Which, of course, is direct opposite of the woman currently sitting on the Iron Throne. Cersei has no such loyalty from anyone except her brother, and (for now) her banker. Their discussion was probably the least important scene in the episode, really just their to re-establish that the Highgarden gold was going to be used to repay the Lannister (and the kingdom) debts and that she would likely be doing more business with the Iron Bank real soon (gotta go out and get some Essos mercenaries of her own).
The real action, of course was on the highways between Highgarden and Kings Landing, and wow, did it deliver, from the excellent segue out of Dragonstone (“The Queen is gone,” Jon tells Theon… wait, what?) to the shock and awe of the Dothraki attack, to Jaime’s near roasting of dragon fire, I’m fairly certain I didn’t breath the entire sequence. And not just because Dany finally struck back hard after three episodes of defeats. This really was another case study of how effective dragons can be in battle. The show runners have been touting this episode as one of the best battles ever, and boy did they deliver. The visuals here were breath-taken, from Drogon’s aerial maneuvers (I like that little twist to protect Dany from arrows) to the gory, ashen remains of Lannister and Tarley soldiers that still maintained their human shape, like something out of Pompeii, to Tyrion’s reactions while watching from afar, his mixed allegiances stamping his face and filling his voice with concern. “Flee, you idiot,” he whispers to Jaime. And Jaime, because he is a brave man, doesn’t. And nearly ends up on the menu.
And as I watched the end of the episode, not taking notes because I could not tear my eyes away from the screen, I realized that I might have the same mixed allegiances myself. I don’t want Jaime to die, or Bronn, or really anyone else on that field (except for maybe Randyll Tarley, he’s a dick), but, if I want the good guys to win, Jaime and Bronn, and all those young Lannister soldiers will have to die. Which means I’m going to be really stressed out over these last three episodes. Man, I think it’s time to check out my company’s EAP.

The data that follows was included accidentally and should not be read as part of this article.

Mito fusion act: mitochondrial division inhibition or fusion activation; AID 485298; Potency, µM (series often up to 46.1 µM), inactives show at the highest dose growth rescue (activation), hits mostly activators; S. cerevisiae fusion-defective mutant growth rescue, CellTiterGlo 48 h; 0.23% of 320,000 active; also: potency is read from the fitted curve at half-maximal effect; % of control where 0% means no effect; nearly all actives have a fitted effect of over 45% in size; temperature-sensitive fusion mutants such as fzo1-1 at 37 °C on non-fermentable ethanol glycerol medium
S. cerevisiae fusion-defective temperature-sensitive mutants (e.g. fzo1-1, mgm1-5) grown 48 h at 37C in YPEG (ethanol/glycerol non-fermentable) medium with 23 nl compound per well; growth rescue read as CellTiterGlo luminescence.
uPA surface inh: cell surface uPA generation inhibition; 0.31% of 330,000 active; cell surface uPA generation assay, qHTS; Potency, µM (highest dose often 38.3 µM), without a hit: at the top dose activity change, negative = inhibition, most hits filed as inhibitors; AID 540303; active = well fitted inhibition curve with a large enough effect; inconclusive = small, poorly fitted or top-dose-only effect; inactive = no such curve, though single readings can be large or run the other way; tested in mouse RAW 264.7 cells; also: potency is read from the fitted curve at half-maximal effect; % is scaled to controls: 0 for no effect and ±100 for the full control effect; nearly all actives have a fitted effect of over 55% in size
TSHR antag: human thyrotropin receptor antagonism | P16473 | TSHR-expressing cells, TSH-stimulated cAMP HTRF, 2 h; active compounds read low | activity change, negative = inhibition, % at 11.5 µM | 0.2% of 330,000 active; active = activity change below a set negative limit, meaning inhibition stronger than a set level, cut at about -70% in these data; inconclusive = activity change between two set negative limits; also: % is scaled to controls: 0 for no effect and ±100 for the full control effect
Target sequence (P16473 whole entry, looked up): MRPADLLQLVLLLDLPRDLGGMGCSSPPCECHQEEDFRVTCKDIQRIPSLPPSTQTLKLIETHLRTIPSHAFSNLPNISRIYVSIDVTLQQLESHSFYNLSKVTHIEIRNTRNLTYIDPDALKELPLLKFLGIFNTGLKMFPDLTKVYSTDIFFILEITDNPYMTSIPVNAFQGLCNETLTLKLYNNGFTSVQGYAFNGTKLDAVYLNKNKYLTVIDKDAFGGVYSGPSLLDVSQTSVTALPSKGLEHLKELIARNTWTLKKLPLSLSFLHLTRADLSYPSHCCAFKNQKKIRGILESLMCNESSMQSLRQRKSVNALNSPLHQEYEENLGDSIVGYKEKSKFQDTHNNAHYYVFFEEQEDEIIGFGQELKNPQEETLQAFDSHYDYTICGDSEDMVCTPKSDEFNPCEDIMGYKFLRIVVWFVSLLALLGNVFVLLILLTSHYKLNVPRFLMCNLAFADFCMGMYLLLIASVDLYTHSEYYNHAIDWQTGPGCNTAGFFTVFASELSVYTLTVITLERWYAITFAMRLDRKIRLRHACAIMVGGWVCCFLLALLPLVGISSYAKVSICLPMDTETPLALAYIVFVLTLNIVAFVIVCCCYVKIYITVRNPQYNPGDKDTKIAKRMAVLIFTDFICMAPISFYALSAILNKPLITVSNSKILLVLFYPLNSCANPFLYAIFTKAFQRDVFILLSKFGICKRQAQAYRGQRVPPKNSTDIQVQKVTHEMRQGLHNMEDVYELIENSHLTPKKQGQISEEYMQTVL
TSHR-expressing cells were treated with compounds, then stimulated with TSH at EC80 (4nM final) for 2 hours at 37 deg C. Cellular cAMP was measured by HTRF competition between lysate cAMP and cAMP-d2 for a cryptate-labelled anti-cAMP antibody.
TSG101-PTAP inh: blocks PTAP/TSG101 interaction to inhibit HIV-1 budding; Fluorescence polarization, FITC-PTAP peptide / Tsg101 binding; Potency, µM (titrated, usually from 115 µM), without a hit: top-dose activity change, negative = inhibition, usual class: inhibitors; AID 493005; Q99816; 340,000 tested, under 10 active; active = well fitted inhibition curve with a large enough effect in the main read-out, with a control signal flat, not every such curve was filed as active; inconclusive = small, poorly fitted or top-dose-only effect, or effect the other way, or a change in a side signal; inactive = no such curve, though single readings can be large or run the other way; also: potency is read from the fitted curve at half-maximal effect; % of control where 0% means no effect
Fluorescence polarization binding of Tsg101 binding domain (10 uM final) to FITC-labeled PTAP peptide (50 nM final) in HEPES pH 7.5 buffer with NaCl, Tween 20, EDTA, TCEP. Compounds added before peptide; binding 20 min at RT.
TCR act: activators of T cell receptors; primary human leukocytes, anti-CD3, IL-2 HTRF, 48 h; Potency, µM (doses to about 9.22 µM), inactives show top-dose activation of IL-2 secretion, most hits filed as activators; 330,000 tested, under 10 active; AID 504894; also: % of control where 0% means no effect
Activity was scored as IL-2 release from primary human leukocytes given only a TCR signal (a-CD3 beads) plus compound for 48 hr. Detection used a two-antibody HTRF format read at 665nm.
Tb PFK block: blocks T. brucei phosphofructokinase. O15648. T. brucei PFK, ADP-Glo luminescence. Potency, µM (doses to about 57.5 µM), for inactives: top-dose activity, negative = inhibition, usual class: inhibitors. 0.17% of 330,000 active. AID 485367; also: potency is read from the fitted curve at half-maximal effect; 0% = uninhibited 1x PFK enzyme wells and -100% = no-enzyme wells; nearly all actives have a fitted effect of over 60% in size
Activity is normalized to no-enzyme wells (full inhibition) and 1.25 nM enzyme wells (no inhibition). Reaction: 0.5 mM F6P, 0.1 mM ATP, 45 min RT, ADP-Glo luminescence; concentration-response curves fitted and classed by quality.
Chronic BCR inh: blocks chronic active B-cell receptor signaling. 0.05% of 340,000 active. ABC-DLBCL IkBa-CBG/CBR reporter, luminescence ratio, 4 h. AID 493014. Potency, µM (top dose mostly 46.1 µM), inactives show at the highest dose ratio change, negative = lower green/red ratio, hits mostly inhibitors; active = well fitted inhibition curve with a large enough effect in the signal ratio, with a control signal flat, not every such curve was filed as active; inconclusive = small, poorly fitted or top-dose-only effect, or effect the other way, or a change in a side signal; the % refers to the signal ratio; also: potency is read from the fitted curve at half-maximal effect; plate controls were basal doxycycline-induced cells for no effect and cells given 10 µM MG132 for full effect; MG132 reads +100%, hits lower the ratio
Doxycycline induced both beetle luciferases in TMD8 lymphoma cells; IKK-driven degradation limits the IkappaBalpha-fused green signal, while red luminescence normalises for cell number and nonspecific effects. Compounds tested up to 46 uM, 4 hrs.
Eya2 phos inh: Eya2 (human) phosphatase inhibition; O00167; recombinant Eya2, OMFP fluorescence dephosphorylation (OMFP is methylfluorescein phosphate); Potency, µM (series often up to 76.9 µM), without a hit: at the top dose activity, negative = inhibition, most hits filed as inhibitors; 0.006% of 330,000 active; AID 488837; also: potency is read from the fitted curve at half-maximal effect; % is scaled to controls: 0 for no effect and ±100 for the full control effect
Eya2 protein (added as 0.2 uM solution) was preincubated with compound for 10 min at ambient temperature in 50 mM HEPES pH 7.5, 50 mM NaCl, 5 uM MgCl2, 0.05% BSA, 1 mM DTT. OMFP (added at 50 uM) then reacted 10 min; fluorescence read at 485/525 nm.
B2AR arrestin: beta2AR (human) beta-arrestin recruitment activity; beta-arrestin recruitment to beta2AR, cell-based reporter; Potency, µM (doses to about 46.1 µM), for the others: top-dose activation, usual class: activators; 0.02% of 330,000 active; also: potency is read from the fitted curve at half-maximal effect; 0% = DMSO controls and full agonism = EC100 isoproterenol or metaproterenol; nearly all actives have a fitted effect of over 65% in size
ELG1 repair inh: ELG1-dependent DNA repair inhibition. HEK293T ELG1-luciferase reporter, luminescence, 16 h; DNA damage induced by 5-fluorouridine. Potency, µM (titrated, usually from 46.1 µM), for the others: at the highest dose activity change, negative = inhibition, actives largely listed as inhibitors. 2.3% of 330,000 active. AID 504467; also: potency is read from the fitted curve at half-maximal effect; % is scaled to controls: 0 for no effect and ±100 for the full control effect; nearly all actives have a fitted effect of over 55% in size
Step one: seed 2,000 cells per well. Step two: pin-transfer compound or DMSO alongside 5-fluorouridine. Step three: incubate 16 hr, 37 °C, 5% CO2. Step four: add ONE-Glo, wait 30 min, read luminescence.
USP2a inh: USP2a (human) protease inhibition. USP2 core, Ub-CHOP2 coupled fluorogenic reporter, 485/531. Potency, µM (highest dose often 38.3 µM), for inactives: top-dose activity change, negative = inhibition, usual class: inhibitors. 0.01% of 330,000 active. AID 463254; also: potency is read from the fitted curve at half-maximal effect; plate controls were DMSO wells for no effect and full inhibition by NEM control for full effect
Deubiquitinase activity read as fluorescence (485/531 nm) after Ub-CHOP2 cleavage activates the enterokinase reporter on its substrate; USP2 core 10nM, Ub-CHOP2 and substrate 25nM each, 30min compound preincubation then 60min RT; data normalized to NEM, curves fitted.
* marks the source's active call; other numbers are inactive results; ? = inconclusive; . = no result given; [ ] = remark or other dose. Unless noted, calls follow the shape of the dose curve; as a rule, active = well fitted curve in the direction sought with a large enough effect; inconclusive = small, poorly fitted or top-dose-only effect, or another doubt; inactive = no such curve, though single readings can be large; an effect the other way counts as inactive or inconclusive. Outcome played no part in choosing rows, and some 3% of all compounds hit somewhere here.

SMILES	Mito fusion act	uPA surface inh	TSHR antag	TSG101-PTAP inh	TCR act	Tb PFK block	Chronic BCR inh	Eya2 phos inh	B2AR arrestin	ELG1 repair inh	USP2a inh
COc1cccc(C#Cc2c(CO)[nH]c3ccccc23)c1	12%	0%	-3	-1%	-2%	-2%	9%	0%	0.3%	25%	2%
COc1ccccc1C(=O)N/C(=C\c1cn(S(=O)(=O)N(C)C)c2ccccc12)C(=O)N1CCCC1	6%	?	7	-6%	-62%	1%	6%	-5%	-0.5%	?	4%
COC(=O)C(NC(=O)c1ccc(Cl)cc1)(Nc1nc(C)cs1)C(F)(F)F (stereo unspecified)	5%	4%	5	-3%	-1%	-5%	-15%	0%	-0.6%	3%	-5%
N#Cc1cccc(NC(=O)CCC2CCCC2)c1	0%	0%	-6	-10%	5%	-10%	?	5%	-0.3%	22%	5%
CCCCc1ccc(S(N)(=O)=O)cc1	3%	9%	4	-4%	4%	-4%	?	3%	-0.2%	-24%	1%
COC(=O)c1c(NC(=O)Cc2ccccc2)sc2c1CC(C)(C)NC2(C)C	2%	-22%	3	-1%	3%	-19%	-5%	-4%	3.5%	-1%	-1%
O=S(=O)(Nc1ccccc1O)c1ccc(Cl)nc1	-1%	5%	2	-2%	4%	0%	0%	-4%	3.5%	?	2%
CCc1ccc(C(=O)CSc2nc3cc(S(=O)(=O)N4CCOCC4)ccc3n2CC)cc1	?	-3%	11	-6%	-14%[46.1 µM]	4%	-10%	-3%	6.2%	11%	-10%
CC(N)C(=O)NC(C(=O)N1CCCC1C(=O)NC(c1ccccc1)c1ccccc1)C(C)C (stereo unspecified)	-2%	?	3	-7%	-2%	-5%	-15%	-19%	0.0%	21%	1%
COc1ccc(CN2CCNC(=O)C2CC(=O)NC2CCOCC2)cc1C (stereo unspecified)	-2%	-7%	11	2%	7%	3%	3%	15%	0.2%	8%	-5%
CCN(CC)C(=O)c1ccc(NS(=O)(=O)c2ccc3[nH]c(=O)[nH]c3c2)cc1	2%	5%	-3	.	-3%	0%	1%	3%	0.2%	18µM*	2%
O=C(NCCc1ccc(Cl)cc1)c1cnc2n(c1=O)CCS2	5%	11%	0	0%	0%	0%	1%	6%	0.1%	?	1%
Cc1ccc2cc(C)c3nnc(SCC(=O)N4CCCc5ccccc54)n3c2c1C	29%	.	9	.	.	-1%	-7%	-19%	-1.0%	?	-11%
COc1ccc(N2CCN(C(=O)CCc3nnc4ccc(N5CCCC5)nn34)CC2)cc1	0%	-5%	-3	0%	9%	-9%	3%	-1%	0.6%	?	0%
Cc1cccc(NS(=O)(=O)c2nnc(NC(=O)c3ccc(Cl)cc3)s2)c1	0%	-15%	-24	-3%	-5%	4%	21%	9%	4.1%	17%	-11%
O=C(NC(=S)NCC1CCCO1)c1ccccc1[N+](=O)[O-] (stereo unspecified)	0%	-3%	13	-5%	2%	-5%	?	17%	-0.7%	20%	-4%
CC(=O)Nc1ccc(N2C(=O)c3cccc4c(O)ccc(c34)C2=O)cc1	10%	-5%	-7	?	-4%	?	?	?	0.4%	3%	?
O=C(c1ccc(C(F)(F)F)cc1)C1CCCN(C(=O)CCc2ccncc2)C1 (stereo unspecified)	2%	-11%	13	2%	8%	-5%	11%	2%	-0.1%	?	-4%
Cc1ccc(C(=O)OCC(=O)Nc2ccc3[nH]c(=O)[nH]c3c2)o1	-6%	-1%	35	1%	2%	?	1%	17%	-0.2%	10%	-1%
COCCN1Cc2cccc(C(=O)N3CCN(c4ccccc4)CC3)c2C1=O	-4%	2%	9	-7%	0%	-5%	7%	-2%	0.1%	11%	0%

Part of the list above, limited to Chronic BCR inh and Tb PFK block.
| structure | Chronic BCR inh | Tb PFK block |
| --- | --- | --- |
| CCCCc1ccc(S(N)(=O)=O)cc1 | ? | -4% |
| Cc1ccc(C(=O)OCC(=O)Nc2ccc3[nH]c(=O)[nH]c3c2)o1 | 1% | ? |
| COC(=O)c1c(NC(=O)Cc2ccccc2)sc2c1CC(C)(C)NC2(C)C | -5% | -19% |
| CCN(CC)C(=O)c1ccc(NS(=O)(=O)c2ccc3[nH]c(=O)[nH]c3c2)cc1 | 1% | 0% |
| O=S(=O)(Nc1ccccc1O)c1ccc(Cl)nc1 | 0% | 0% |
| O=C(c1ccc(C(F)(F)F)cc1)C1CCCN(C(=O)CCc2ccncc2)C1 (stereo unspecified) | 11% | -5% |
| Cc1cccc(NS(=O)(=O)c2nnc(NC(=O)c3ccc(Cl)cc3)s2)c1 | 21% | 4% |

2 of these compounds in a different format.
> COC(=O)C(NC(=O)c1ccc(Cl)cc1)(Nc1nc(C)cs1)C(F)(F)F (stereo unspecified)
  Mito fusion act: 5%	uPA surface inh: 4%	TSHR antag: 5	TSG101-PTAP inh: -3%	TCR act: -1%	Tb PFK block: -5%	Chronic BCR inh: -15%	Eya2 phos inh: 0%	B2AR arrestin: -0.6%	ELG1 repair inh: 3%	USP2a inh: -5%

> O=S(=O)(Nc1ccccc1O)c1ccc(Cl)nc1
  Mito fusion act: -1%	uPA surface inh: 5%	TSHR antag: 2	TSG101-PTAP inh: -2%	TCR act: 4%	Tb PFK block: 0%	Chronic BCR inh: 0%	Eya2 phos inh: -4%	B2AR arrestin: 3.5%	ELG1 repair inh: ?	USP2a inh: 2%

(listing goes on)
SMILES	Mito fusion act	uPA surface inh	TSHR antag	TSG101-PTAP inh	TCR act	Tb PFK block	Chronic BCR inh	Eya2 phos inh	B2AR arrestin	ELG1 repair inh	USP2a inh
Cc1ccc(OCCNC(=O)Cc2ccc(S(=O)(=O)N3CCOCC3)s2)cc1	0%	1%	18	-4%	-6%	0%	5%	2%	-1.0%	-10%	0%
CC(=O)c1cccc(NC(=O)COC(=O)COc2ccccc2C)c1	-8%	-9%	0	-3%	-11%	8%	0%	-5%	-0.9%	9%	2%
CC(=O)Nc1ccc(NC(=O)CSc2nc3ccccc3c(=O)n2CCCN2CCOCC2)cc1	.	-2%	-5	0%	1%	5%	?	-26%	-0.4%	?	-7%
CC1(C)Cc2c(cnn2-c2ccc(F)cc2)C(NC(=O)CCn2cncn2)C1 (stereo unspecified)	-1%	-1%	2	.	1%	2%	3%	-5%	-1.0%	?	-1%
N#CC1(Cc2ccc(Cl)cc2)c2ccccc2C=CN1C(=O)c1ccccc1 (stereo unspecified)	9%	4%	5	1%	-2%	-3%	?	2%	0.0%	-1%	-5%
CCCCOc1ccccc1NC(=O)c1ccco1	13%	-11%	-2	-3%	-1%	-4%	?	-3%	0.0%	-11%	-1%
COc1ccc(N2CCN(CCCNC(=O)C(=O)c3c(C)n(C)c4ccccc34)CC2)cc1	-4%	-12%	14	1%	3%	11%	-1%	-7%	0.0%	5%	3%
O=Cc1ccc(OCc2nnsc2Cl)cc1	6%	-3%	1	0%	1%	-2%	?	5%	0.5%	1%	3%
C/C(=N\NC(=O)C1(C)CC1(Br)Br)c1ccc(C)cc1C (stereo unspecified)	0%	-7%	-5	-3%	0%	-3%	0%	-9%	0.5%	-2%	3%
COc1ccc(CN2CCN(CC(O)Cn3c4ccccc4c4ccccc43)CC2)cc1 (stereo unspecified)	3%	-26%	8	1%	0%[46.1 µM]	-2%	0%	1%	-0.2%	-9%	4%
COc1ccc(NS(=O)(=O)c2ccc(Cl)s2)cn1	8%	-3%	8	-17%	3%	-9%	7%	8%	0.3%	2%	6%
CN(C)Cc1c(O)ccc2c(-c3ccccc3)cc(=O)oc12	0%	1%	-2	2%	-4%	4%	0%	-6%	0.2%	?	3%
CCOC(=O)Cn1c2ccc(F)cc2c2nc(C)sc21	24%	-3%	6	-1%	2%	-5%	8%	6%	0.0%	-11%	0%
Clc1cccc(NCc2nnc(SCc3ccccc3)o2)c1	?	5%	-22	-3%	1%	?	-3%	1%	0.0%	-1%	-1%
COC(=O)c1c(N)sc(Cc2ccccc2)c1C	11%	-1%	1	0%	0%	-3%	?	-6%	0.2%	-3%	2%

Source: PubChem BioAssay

Who dove in last second and saved Jaime from incineration? Smart money would be Bronn, but I don’t think so. I’m thinking young Dickon (who I thought for sure was going to be toast this episode). It can’t be an accident the showrunners had him reflecting on his first battle, nor that writers seemed to be dropping hints that the bron-mance between the Merc and the Kingslayer seemed to be coming to a close.
My wife leans over to me after Bran hands Littlefinger’s strange gift to Arya and whispers, “maybe he’s giving it to Arya because he’s seen that she’ll need it later.” I think she’s on to something. Smart lady, that wife of mine.
I didn’t get teary-eyed at the Stark girls reunion, but Brienne’s face when she realizes Arya was there made things a little misty. What a great character Gwendoline Christie has given us with her steadfast portrayal through these years.
How great was Dany and Missendei’s girl talk moment? “Things happened,” Missendei says with a sheepish grin. “Things?” Our Dragon mama replies with a grin of her own. The fantasy/sci-fi geek in me should be annoyed at these little bits of humor, but they really make the characters sing. Glad the showrunners keep things like this in.
Well, the scorpion worked according to spec, but man, Dany didn’t help matters much by making a frontal assault on the thing AFTER she almost gotten taken down by the first shot. Still, if you set up a dozen of these on the walls of the red keep, they’d at least be an effective deterrent. Or not, I guess we’ll see.
So what’s next? Looks like Dany gives the captured Lannister army a choice (that’s not much a choice at all), and is doing something that makes Varys and Tyrion very unhappy, and Jon Snow gets back to Winterfell and that Bran’s visions and the dead play a prominent role, but we don’t know much else. Does Jaime drag his waterlogged corpse out of the river? And who put him there? Who draws next blood? I guess we’ll find out next week as all eyes turn towards Eastwatch.